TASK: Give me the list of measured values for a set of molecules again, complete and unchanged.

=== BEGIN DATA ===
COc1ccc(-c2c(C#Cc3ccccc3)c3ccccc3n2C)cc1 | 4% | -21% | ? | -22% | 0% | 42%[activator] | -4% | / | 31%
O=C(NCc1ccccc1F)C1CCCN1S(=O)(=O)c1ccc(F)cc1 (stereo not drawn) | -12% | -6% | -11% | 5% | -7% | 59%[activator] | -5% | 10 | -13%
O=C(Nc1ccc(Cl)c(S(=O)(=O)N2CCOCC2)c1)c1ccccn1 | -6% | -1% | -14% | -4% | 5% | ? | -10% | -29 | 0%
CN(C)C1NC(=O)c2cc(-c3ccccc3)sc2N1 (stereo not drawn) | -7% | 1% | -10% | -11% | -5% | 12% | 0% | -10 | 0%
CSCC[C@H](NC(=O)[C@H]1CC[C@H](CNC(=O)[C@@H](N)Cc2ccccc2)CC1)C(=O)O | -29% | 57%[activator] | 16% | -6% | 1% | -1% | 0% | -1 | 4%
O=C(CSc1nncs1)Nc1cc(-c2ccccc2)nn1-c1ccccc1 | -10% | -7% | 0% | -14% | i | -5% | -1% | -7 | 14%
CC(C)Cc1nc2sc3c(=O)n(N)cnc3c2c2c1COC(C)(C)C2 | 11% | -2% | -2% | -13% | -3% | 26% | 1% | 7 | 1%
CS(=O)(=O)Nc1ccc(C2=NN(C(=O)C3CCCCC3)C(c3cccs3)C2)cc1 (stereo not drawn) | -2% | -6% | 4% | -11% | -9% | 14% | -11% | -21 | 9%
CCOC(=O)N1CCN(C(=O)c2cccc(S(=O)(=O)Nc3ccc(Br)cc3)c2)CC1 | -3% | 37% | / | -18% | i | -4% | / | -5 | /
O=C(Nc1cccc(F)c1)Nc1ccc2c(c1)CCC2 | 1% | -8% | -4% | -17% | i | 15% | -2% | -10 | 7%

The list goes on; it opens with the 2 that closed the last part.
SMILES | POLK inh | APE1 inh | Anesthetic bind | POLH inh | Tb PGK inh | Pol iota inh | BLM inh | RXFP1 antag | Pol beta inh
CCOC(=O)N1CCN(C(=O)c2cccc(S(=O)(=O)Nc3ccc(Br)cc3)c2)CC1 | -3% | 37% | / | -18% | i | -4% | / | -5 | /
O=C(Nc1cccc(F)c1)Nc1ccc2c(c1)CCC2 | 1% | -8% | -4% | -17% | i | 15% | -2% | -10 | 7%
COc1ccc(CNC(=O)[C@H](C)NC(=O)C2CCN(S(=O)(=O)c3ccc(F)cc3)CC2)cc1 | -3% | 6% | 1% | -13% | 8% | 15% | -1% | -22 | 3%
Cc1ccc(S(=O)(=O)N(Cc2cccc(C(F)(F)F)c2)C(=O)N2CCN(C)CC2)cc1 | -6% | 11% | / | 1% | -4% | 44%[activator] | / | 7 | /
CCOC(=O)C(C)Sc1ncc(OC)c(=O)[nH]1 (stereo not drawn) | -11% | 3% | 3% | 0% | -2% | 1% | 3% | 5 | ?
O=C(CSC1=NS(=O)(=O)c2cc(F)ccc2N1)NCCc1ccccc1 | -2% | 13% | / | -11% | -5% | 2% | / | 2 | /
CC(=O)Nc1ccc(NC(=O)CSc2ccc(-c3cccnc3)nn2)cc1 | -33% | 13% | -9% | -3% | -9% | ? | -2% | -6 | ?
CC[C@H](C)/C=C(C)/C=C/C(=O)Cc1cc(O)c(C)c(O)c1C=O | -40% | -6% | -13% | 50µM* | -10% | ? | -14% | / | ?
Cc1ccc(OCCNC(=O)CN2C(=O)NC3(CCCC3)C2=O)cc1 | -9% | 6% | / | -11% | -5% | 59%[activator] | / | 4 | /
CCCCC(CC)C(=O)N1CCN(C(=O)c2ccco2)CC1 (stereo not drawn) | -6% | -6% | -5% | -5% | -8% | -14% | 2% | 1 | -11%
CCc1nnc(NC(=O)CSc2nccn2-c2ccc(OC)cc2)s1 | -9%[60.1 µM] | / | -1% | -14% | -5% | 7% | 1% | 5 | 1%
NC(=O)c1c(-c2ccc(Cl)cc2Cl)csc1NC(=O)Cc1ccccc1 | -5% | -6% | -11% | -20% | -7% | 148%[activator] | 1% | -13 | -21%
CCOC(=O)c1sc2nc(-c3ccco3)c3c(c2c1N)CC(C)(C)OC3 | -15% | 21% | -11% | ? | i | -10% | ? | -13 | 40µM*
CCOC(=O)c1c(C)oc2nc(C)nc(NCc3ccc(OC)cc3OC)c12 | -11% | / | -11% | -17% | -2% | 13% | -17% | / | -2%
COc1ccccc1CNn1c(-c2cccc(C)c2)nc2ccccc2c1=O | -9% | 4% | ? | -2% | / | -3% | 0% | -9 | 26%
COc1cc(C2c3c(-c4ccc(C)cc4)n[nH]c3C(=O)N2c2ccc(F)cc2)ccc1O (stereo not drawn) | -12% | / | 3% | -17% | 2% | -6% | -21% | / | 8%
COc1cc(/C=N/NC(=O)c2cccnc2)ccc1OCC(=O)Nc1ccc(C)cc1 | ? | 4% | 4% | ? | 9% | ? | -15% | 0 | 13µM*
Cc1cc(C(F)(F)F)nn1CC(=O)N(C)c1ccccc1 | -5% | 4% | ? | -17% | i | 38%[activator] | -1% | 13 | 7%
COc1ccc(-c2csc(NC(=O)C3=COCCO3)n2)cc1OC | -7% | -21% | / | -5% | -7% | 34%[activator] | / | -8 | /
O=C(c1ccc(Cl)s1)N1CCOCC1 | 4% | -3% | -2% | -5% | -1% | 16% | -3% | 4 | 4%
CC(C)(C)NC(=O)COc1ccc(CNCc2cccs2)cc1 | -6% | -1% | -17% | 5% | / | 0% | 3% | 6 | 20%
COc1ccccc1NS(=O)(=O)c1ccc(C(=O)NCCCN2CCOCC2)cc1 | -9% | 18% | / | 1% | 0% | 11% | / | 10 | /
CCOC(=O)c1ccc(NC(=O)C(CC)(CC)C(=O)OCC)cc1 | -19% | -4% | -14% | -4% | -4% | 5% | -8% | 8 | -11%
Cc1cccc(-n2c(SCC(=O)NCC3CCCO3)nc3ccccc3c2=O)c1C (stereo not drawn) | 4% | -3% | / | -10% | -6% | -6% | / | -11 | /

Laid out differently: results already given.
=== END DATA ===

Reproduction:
COc1ccc(-c2c(C#Cc3ccccc3)c3ccccc3n2C)cc1 | 4% | -21% | ? | -22% | 0% | 42%[activator] | -4% | / | 31%
O=C(NCc1ccccc1F)C1CCCN1S(=O)(=O)c1ccc(F)cc1 (stereo not drawn) | -12% | -6% | -11% | 5% | -7% | 59%[activator] | -5% | 10 | -13%
O=C(Nc1ccc(Cl)c(S(=O)(=O)N2CCOCC2)c1)c1ccccn1 | -6% | -1% | -14% | -4% | 5% | ? | -10% | -29 | 0%
CN(C)C1NC(=O)c2cc(-c3ccccc3)sc2N1 (stereo not drawn) | -7% | 1% | -10% | -11% | -5% | 12% | 0% | -10 | 0%
CSCC[C@H](NC(=O)[C@H]1CC[C@H](CNC(=O)[C@@H](N)Cc2ccccc2)CC1)C(=O)O | -29% | 57%[activator] | 16% | -6% | 1% | -1% | 0% | -1 | 4%
O=C(CSc1nncs1)Nc1cc(-c2ccccc2)nn1-c1ccccc1 | -10% | -7% | 0% | -14% | i | -5% | -1% | -7 | 14%
CC(C)Cc1nc2sc3c(=O)n(N)cnc3c2c2c1COC(C)(C)C2 | 11% | -2% | -2% | -13% | -3% | 26% | 1% | 7 | 1%
CS(=O)(=O)Nc1ccc(C2=NN(C(=O)C3CCCCC3)C(c3cccs3)C2)cc1 (stereo not drawn) | -2% | -6% | 4% | -11% | -9% | 14% | -11% | -21 | 9%
CCOC(=O)N1CCN(C(=O)c2cccc(S(=O)(=O)Nc3ccc(Br)cc3)c2)CC1 | -3% | 37% | / | -18% | i | -4% | / | -5 | /
O=C(Nc1cccc(F)c1)Nc1ccc2c(c1)CCC2 | 1% | -8% | -4% | -17% | i | 15% | -2% | -10 | 7%

The list goes on; it opens with the 2 that closed the last part.
SMILES | POLK inh | APE1 inh | Anesthetic bind | POLH inh | Tb PGK inh | Pol iota inh | BLM inh | RXFP1 antag | Pol beta inh
CCOC(=O)N1CCN(C(=O)c2cccc(S(=O)(=O)Nc3ccc(Br)cc3)c2)CC1 | -3% | 37% | / | -18% | i | -4% | / | -5 | /
O=C(Nc1cccc(F)c1)Nc1ccc2c(c1)CCC2 | 1% | -8% | -4% | -17% | i | 15% | -2% | -10 | 7%
COc1ccc(CNC(=O)[C@H](C)NC(=O)C2CCN(S(=O)(=O)c3ccc(F)cc3)CC2)cc1 | -3% | 6% | 1% | -13% | 8% | 15% | -1% | -22 | 3%
Cc1ccc(S(=O)(=O)N(Cc2cccc(C(F)(F)F)c2)C(=O)N2CCN(C)CC2)cc1 | -6% | 11% | / | 1% | -4% | 44%[activator] | / | 7 | /
CCOC(=O)C(C)Sc1ncc(OC)c(=O)[nH]1 (stereo not drawn) | -11% | 3% | 3% | 0% | -2% | 1% | 3% | 5 | ?
O=C(CSC1=NS(=O)(=O)c2cc(F)ccc2N1)NCCc1ccccc1 | -2% | 13% | / | -11% | -5% | 2% | / | 2 | /
CC(=O)Nc1ccc(NC(=O)CSc2ccc(-c3cccnc3)nn2)cc1 | -33% | 13% | -9% | -3% | -9% | ? | -2% | -6 | ?
CC[C@H](C)/C=C(C)/C=C/C(=O)Cc1cc(O)c(C)c(O)c1C=O | -40% | -6% | -13% | 50µM* | -10% | ? | -14% | / | ?
Cc1ccc(OCCNC(=O)CN2C(=O)NC3(CCCC3)C2=O)cc1 | -9% | 6% | / | -11% | -5% | 59%[activator] | / | 4 | /
CCCCC(CC)C(=O)N1CCN(C(=O)c2ccco2)CC1 (stereo not drawn) | -6% | -6% | -5% | -5% | -8% | -14% | 2% | 1 | -11%
CCc1nnc(NC(=O)CSc2nccn2-c2ccc(OC)cc2)s1 | -9%[60.1 µM] | / | -1% | -14% | -5% | 7% | 1% | 5 | 1%
NC(=O)c1c(-c2ccc(Cl)cc2Cl)csc1NC(=O)Cc1ccccc1 | -5% | -6% | -11% | -20% | -7% | 148%[activator] | 1% | -13 | -21%
CCOC(=O)c1sc2nc(-c3ccco3)c3c(c2c1N)CC(C)(C)OC3 | -15% | 21% | -11% | ? | i | -10% | ? | -13 | 40µM*
CCOC(=O)c1c(C)oc2nc(C)nc(NCc3ccc(OC)cc3OC)c12 | -11% | / | -11% | -17% | -2% | 13% | -17% | / | -2%
COc1ccccc1CNn1c(-c2cccc(C)c2)nc2ccccc2c1=O | -9% | 4% | ? | -2% | / | -3% | 0% | -9 | 26%
COc1cc(C2c3c(-c4ccc(C)cc4)n[nH]c3C(=O)N2c2ccc(F)cc2)ccc1O (stereo not drawn) | -12% | / | 3% | -17% | 2% | -6% | -21% | / | 8%
COc1cc(/C=N/NC(=O)c2cccnc2)ccc1OCC(=O)Nc1ccc(C)cc1 | ? | 4% | 4% | ? | 9% | ? | -15% | 0 | 13µM*
Cc1cc(C(F)(F)F)nn1CC(=O)N(C)c1ccccc1 | -5% | 4% | ? | -17% | i | 38%[activator] | -1% | 13 | 7%
COc1ccc(-c2csc(NC(=O)C3=COCCO3)n2)cc1OC | -7% | -21% | / | -5% | -7% | 34%[activator] | / | -8 | /
O=C(c1ccc(Cl)s1)N1CCOCC1 | 4% | -3% | -2% | -5% | -1% | 16% | -3% | 4 | 4%
CC(C)(C)NC(=O)COc1ccc(CNCc2cccs2)cc1 | -6% | -1% | -17% | 5% | / | 0% | 3% | 6 | 20%
COc1ccccc1NS(=O)(=O)c1ccc(C(=O)NCCCN2CCOCC2)cc1 | -9% | 18% | / | 1% | 0% | 11% | / | 10 | /
CCOC(=O)c1ccc(NC(=O)C(CC)(CC)C(=O)OCC)cc1 | -19% | -4% | -14% | -4% | -4% | 5% | -8% | 8 | -11%
Cc1cccc(-n2c(SCC(=O)NCC3CCCO3)nc3ccccc3c2=O)c1C (stereo not drawn) | 4% | -3% | / | -10% | -6% | -6% | / | -11 | /

Laid out differently: results already given.